A Troubling Op-Ed Portends GOP Agenda Absorbing the Worst Ideals of Silicon Valley
The Washington insider publication Politico has a habit of publishing revealing op-eds by right-wingers in Washington that show their ideology in an unvarnished way. It's a place you can see their true feelings about the poor and the American entitlement system—which is to say runaway contempt for both. One so-bad-it-borders-on-self-parody op-ed dropped January 27, and it wants to massively overhaul several entitlements by subjecting those most in need to the Dickensian nightmare of the “gig economy”: "Uber for welfare: A bold proposal to use the 'gig economy' to reboot the safety net."
There’s about 85 red flags in the headline alone. Anytime someone talks about “rebooting” essential social covenants of democracy you know there’s going to be a poor or working-class person getting the shaft somewhere. The actual text doesn’t disappoint:
Historically, some opponents of workfare have argued that work requirements are untenable because the government cannot find a job for every welfare beneficiary. That may have been true years ago, when a “job” was binary and full time, but today the gig economy offers the solution: It can easily and quickly put millions of people back to work, allowing almost anyone to find a job with hours that are flexible with virtual locations anywhere.
The piece's basic thesis is that due to the hyper-liquidity of the exploitation economy (d/b/a “gig economy") the work requirements should be expanded to include auditioning for gig work, for example Uber or Fiver. One doesn’t need to think too long and hard to see the implications of this; namely, that in order to receive government assistance, a poor person would have to spend all day and night looking to do one-off chores and tasks like driving people around, cleaning toilets and other miscellaneous tasks.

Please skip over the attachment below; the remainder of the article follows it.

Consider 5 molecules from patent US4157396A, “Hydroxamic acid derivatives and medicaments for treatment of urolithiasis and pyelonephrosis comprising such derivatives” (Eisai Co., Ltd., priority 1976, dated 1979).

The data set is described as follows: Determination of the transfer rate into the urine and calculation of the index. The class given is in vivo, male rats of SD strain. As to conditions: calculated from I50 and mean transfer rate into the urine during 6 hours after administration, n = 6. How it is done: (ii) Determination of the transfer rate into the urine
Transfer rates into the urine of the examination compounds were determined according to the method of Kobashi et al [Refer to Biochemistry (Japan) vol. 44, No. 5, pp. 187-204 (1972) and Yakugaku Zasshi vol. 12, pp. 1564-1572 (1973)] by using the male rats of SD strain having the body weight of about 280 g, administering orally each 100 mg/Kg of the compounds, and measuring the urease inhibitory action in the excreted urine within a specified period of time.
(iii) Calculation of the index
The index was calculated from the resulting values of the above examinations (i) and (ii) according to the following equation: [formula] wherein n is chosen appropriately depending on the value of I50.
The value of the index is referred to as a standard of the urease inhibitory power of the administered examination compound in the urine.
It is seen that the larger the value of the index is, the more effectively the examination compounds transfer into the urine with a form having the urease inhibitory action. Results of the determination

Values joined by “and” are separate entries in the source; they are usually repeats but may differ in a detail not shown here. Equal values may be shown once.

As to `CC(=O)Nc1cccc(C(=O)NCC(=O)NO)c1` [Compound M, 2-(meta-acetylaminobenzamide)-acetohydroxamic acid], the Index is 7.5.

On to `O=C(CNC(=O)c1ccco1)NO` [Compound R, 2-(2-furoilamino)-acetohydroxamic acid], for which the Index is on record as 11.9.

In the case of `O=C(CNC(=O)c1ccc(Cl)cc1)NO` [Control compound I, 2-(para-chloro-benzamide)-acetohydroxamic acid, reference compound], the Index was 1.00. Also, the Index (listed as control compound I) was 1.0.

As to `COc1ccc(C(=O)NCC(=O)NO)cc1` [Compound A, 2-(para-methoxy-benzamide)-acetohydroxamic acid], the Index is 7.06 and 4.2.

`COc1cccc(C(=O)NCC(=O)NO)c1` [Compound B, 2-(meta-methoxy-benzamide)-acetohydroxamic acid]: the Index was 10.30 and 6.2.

Which brings us to the primary problem of the piece: the definition of “work.” The word “work” is used 21 times in the op-ed but how the authors define it and how most people do isn’t the same. To most people, work is a job with at least a modicum of security and predictability. One goes to work, one likes their work, one does good work.
To the gig economy, work means a one-off task. One is viewed legally as an "independent contractor” and thus stripped of the basic rights of an employee and the “work” one ends up doing has no assurances or predictability. In other words, it’s not work, it’s a series of gigs subject to the caprice of the free market. Alas, “welfare to gig” doesn’t sound too humane, so the definition is loosened to mean whatever remedial task one can do assuming they aren’t met with a lower bid from someone even more desperate than they are.
The authors of the piece, Cesar Conda and Derek Khanna, are both heavily entrenched in the revolving door of Silicon Valley and conservative Washington. Conda is a former chief-of-staff of Marco Rubio and current founding principle of Navigators Global, a lobbying firm that has represented everything from private prisons to casinos to large technology firms.
Khanna is something more of a guru, who has worked in the Romney campaign and consults helping technology firms “navigate the policy-making process in DC.” Put simply, these two men work for political and corporate interests that are both ideologically and financially motivated not only to keep the poor poor but to parlay their suffering into cheaper, less secure labor.